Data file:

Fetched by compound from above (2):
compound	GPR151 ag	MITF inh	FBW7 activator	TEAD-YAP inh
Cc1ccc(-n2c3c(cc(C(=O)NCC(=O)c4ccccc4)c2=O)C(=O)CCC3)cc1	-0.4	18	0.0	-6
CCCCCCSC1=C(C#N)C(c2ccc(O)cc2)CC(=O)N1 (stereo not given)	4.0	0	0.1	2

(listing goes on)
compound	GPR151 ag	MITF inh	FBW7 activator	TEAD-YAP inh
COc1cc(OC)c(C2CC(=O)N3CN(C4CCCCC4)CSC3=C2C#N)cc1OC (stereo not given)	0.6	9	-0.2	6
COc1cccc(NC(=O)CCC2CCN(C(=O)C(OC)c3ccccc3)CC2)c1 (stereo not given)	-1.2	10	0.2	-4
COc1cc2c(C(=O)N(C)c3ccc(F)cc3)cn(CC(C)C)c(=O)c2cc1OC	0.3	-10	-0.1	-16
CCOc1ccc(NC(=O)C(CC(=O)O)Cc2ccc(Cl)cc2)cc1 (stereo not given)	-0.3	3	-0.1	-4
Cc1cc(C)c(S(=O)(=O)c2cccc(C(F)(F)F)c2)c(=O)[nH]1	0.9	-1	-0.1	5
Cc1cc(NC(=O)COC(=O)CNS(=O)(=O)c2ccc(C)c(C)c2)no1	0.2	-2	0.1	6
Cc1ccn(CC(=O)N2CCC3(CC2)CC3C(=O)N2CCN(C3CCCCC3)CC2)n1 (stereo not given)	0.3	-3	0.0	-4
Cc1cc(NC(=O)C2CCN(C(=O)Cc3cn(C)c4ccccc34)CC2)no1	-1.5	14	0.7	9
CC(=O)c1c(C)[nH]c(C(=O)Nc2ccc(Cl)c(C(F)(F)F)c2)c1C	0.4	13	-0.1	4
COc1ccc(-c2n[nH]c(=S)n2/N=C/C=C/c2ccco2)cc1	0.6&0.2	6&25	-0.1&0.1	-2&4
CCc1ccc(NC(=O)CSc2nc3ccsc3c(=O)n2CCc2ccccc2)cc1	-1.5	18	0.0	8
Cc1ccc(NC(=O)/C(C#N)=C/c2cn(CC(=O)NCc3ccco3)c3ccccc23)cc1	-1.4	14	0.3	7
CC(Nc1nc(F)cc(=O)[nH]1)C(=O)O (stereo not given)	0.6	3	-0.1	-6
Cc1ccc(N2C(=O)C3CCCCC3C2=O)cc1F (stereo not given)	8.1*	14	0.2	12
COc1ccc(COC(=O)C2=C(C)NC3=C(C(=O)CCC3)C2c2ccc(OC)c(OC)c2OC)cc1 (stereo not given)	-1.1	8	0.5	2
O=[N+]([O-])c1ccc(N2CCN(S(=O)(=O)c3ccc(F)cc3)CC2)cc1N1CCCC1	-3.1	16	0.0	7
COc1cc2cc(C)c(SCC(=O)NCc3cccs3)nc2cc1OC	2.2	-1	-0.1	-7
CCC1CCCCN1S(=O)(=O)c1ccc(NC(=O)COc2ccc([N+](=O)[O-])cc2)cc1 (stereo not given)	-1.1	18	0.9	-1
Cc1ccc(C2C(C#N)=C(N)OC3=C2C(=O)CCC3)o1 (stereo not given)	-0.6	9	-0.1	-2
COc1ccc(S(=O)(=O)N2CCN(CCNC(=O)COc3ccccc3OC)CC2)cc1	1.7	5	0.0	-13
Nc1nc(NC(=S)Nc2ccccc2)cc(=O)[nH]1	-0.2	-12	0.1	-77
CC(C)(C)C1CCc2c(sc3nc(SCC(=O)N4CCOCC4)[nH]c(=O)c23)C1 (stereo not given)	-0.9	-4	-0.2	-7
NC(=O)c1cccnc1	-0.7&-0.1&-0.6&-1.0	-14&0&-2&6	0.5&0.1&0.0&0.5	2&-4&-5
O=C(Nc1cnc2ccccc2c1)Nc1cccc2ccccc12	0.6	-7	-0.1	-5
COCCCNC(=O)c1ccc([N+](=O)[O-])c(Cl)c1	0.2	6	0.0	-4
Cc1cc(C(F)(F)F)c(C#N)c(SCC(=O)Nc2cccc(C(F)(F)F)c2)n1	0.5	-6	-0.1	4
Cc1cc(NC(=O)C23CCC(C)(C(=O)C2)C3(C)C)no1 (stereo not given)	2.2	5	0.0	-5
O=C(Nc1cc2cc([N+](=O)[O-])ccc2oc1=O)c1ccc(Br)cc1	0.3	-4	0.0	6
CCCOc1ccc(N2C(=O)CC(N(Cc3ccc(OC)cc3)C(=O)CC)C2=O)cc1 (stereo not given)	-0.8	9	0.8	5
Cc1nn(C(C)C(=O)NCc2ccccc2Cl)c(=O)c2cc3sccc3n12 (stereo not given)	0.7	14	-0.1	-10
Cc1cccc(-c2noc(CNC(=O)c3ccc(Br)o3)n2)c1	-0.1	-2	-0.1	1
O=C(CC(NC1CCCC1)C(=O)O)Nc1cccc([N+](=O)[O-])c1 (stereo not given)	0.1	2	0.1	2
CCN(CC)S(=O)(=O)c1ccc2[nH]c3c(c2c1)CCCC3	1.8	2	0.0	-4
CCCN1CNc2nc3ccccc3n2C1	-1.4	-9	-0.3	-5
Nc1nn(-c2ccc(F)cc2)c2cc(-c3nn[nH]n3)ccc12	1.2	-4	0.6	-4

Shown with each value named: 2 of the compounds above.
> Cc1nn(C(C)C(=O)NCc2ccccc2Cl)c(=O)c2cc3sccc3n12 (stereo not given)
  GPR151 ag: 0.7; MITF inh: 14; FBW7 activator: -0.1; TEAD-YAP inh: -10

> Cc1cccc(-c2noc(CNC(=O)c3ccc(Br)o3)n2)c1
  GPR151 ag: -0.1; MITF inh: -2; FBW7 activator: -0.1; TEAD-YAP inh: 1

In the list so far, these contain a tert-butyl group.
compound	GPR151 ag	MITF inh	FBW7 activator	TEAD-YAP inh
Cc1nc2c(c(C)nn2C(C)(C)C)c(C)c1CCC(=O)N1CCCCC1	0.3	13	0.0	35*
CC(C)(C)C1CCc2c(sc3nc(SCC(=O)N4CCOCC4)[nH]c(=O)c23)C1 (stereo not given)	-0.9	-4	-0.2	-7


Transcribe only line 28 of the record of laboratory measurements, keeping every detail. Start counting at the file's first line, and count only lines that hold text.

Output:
CC(C)(C)C1CCc2c(sc3nc(SCC(=O)N4CCOCC4)[nH]c(=O)c23)C1 (stereo not given)	-0.9	-4	-0.2	-7